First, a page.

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Oh the infamous and ever popular Irish proverb. But what is an Irish proverb exactly? Well in short an Irish proverb is a short saying that offers advice or gives wisdom. It is often in the form of a metaphor where human behavior is compared to the behavior of an animal or a natural item, like a tree or the wind.
Here are a few of our favorite Irish proverbs. we just love these truthful short and pithy Irish sayings.
Traditional Irish Proverbs:
- If you don’t know the way walk slowly – Irish Proverb
- Two thirds of help is to give courage – Irish Proverb
- The best horse doesn’t always win the race – Irish Proverb
- It takes time to build castles – Irish Proverb
- No man is wise at all times – Irish Proverb
- It’s easy to half the potato where there is love – Irish Proverb
- Fierceness is often hidden under beauty – Irish Proverb
- May hinges of our friendship never go rusty – Irish Proverb
- If God shuts one door he opens another – Irish Proverb
- Idleness is the desire of a fool – Irish Proverb
- Wisdom exceeds strength – Irish Proverb
- Patience can conquer destiny – Irish Proverb
A great way to show your love of these fabulous pithy snippets of wit it to wear an Irish proverb affirmation bracelet.
Live the Celtic life you have created. Live the life you love, inspire the relationships and friendships that you cherish. Do what you are passionate about and practice what you preach. The life of the Irish is to be enjoyed, not endured. And these truthful short and pithy Irish sayings are the proof.
So, follow your Celtic spirit and dreams, be open to new beginnings, and live life the way you love.
These bracelets fit very nicely together or separate to add a sense of purpose and truth to your ensemble. Stacked or solo, these bracelets ensure seamless Celtic style.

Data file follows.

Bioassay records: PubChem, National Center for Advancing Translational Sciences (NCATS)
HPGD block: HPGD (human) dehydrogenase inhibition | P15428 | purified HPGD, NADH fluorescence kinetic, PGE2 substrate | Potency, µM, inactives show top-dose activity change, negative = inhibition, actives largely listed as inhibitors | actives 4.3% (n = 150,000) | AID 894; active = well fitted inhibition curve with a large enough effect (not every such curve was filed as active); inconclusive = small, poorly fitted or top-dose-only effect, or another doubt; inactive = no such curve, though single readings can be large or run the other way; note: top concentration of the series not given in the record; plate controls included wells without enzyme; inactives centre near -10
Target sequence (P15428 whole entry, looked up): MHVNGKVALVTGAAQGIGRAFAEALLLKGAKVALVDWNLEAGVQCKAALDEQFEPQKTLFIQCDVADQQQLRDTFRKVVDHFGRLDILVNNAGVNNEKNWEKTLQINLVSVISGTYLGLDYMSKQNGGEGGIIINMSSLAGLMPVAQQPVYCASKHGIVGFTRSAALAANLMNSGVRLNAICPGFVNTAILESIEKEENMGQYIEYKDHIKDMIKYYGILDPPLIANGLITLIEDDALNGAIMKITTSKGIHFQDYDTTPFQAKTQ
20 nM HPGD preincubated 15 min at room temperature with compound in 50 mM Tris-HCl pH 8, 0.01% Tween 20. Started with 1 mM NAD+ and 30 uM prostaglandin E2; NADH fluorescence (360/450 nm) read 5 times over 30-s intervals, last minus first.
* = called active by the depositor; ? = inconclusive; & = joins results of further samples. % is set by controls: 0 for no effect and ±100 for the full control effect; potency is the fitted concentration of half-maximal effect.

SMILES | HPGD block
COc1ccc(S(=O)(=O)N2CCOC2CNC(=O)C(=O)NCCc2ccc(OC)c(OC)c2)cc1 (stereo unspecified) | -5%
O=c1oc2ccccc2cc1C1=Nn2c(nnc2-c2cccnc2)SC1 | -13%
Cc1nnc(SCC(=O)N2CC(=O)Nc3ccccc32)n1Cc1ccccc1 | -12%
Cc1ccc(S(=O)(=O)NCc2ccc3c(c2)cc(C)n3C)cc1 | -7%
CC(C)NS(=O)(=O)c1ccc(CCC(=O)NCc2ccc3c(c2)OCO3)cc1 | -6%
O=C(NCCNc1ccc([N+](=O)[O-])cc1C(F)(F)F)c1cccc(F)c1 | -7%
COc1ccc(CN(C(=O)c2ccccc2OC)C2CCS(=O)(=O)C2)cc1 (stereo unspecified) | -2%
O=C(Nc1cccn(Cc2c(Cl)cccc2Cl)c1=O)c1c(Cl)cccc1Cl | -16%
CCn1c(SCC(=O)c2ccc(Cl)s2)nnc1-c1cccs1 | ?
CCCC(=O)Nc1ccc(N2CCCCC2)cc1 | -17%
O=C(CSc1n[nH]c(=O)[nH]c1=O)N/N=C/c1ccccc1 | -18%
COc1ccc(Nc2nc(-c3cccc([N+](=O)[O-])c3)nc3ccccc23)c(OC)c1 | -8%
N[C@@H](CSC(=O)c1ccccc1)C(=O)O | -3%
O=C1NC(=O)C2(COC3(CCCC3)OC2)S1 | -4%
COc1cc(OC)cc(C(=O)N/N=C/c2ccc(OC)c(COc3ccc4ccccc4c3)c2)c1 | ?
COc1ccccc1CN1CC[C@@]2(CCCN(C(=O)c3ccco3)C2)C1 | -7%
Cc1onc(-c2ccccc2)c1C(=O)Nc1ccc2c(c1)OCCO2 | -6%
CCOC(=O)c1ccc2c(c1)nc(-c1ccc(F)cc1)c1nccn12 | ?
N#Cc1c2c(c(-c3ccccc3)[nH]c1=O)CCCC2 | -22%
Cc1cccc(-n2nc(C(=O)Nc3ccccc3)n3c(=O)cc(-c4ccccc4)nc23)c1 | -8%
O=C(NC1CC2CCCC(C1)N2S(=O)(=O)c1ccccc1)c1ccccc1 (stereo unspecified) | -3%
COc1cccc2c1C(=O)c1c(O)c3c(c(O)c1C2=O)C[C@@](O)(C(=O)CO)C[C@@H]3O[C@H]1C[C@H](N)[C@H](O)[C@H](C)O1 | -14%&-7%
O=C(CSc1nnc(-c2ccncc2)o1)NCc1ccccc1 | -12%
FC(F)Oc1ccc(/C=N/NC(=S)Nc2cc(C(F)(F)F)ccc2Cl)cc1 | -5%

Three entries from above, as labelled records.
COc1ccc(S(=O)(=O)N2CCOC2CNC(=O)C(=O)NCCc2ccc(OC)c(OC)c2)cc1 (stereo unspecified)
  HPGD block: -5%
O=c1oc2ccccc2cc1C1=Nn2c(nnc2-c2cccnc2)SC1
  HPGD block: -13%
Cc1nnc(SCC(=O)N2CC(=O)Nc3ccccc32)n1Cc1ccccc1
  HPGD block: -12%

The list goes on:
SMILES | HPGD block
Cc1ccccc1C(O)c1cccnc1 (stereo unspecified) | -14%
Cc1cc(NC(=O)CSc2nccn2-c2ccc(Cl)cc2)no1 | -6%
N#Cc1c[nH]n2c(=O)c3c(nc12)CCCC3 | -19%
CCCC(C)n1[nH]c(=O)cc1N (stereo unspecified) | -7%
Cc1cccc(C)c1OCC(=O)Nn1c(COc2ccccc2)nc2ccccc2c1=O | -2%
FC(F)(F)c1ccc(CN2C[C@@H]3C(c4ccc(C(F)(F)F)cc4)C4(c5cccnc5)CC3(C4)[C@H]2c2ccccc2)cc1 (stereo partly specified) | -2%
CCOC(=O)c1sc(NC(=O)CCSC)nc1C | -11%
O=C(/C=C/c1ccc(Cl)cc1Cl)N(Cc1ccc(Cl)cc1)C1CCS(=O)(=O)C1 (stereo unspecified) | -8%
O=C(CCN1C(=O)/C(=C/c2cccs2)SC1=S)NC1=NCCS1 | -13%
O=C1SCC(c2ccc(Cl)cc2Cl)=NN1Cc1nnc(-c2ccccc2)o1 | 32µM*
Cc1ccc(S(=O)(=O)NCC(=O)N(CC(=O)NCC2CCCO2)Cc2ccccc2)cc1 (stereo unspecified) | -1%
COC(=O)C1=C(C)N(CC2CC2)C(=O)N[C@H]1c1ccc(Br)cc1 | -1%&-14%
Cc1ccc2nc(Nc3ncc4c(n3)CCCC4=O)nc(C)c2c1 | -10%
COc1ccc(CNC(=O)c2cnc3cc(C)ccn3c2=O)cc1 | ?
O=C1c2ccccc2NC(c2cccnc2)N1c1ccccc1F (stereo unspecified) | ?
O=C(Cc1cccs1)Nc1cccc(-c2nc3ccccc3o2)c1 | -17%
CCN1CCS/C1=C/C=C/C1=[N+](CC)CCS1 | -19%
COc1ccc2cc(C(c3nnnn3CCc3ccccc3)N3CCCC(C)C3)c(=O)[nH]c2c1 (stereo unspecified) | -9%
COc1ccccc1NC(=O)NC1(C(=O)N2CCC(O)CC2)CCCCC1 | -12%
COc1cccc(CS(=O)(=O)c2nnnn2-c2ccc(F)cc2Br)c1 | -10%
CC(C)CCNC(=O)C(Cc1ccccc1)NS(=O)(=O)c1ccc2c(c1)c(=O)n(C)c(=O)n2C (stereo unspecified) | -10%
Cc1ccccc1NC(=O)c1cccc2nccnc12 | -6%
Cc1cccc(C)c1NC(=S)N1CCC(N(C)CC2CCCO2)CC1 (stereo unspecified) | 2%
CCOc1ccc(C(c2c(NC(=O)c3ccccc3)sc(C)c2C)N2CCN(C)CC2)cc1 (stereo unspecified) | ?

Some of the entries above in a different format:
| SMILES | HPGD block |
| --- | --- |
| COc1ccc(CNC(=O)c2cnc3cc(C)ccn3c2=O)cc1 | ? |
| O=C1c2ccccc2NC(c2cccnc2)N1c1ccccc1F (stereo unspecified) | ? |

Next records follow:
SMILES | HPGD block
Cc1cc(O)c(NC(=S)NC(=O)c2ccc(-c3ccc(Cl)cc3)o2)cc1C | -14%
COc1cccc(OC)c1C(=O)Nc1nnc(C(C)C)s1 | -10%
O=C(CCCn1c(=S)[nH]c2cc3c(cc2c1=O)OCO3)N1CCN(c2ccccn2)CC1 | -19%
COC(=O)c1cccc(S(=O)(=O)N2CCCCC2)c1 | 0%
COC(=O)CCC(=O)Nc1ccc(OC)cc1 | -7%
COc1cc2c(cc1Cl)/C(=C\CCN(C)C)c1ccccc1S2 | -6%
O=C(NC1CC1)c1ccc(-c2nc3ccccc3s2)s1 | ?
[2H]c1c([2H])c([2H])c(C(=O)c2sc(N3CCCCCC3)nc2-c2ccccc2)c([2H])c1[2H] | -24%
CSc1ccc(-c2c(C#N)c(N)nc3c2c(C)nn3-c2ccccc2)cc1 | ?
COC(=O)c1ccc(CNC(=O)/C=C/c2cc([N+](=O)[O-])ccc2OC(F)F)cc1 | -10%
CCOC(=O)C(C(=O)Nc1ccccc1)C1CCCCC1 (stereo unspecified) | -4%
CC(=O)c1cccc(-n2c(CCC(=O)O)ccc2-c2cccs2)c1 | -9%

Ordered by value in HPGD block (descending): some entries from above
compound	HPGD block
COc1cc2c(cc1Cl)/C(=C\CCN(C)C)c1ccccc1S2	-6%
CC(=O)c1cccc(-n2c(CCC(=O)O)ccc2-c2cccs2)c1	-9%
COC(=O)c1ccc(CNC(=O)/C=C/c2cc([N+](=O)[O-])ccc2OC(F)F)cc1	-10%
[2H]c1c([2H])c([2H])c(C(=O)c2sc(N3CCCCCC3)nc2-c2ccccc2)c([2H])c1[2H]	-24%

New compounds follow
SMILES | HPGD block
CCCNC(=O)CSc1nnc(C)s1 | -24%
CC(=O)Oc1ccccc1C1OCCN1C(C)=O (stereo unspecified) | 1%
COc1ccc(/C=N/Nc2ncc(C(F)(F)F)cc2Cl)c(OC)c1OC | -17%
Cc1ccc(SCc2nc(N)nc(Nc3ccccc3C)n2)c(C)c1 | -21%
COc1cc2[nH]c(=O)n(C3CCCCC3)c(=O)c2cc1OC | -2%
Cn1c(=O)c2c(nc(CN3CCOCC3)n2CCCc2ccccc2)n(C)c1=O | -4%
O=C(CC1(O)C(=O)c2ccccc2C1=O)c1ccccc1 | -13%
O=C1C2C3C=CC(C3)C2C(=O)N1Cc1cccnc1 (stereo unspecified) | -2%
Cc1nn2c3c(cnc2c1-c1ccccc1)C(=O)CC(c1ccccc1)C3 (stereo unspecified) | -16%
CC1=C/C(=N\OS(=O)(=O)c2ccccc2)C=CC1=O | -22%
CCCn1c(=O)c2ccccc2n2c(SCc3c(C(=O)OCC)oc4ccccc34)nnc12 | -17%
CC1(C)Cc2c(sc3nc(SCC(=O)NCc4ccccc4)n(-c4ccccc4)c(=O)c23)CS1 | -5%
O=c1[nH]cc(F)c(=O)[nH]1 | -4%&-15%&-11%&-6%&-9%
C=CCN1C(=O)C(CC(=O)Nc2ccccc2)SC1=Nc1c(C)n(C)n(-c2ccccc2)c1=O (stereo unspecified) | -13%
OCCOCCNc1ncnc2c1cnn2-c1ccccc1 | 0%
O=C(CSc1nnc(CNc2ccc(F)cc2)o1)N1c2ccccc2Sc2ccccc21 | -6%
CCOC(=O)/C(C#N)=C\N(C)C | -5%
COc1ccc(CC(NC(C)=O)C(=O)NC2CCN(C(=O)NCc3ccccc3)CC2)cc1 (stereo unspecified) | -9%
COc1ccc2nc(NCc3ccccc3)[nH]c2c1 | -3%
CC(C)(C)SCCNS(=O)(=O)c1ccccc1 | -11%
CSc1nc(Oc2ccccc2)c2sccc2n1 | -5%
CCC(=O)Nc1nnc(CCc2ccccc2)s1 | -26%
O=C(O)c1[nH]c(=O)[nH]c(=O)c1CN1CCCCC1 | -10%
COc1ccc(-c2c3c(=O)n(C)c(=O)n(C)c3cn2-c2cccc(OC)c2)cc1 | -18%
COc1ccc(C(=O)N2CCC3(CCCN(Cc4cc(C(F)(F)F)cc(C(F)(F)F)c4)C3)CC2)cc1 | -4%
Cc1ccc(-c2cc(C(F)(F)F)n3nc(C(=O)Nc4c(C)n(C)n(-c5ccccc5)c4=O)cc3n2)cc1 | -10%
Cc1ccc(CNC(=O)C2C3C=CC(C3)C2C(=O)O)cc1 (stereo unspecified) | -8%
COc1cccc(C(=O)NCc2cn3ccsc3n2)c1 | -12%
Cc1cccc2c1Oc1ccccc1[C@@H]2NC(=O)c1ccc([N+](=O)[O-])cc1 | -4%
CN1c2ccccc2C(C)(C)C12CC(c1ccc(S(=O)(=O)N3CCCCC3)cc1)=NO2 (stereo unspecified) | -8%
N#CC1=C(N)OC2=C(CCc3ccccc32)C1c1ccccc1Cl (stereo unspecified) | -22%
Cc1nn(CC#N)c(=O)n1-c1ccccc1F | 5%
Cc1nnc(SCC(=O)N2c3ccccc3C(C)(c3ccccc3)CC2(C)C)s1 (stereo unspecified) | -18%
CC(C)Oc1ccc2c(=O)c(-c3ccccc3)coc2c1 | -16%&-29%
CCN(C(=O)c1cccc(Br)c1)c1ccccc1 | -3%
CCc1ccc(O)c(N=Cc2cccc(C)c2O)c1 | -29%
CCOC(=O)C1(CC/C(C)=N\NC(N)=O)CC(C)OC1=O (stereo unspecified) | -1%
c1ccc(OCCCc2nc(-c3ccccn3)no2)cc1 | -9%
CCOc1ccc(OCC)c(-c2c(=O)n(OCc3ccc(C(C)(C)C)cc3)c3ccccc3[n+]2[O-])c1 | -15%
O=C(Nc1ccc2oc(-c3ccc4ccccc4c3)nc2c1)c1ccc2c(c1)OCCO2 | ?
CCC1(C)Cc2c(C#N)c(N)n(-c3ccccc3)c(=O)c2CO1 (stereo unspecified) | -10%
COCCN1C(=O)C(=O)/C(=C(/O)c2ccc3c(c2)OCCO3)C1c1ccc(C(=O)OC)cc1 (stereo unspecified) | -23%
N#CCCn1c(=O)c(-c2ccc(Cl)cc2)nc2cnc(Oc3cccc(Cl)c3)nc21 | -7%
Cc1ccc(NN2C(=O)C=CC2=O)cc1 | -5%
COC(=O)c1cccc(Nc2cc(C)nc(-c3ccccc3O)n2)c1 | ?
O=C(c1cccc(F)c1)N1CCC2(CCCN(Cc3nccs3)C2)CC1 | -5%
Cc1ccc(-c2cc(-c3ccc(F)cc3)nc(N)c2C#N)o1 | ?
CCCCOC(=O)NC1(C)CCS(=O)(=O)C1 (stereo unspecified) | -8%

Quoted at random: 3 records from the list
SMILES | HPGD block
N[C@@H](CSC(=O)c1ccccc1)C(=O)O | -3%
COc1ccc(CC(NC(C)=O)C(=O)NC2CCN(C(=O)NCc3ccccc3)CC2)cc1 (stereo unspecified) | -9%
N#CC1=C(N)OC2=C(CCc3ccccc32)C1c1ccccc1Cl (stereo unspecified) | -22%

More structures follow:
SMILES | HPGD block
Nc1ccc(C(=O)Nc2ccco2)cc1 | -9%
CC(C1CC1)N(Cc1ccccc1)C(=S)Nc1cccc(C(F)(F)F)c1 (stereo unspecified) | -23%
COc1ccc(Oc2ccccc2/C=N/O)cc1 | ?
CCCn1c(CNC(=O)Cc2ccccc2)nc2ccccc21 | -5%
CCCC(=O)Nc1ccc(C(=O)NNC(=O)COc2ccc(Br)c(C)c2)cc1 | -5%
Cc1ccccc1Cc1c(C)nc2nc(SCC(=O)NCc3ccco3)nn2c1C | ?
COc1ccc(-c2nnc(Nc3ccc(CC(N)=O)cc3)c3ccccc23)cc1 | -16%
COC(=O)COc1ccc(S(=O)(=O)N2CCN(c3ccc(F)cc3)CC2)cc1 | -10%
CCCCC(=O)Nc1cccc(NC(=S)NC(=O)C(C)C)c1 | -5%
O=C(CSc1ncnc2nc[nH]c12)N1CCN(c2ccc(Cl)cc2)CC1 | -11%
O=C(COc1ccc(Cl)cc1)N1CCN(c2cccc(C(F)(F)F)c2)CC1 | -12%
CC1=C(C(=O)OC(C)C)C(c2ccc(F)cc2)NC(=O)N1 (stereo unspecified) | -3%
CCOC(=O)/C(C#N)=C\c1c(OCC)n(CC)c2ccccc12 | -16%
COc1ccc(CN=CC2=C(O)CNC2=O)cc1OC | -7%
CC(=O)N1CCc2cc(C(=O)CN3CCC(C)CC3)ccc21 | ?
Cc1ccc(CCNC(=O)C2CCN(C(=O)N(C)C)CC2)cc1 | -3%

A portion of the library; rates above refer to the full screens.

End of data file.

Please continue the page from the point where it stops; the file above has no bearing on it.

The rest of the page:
Ireland’s very own patron saint St. Brigid’s Feast Day is February 1st also as Imbolc. Imbolc or Imbolg, is a Gaelic festival that traditional marks the start of warmer days and the arrival of spring. It also the halfway point between the winter solstice and the spring equinox. Saint Brigid of Kildare is Ireland’s most important female saints. Saint Brigid was born Brigit, and shares her name with a Celtic goddess from whom many legends and folk customs are associated.
On Halloween night children would dress up in scary costumes and go house to house. ‘Help the Halloween Party’ and ‘Trick or Treat’ were the cries to be heard at each door.
This tradition of wearing costumes also dates back to Celtic times. On the special night when the living and the dead were at their closest the Celtic Druids would dress up in elaborate costumes to disguise themselves as spirits and devils in case they encountered other devils and spirits during the night. By disguising they hoped that they would be able to avoid being carried away at the end of the night. This explains why witches, goblins and ghosts remain the most popular choices for the costumes.
The Irish legend of the Dullahan, or English translation “dark man” is unnerving. The Headless Horseman or Dullahan is the Irish foreteller of death. The Dullahan rides a jet black horse with flames shooting from its eyes, carrying his head under one arm. Irish folklore says that when he stops riding, a human dies.
There are many versions of this scary tale. Some say that the Dullahan throws buckets of blood at people he passes, while other say he simply calls out the name of the mortal that will soon die.
But as with most evil entities the Dullahan has a weakness. The Dullahan can not stand the sight of GOLD. So you would be wise when traveling on this Halloween to carry a wee bit of in case you have a run-in with this headless horror!
Although not always seen, her mourning call is heard, usually at night when someone is about to die.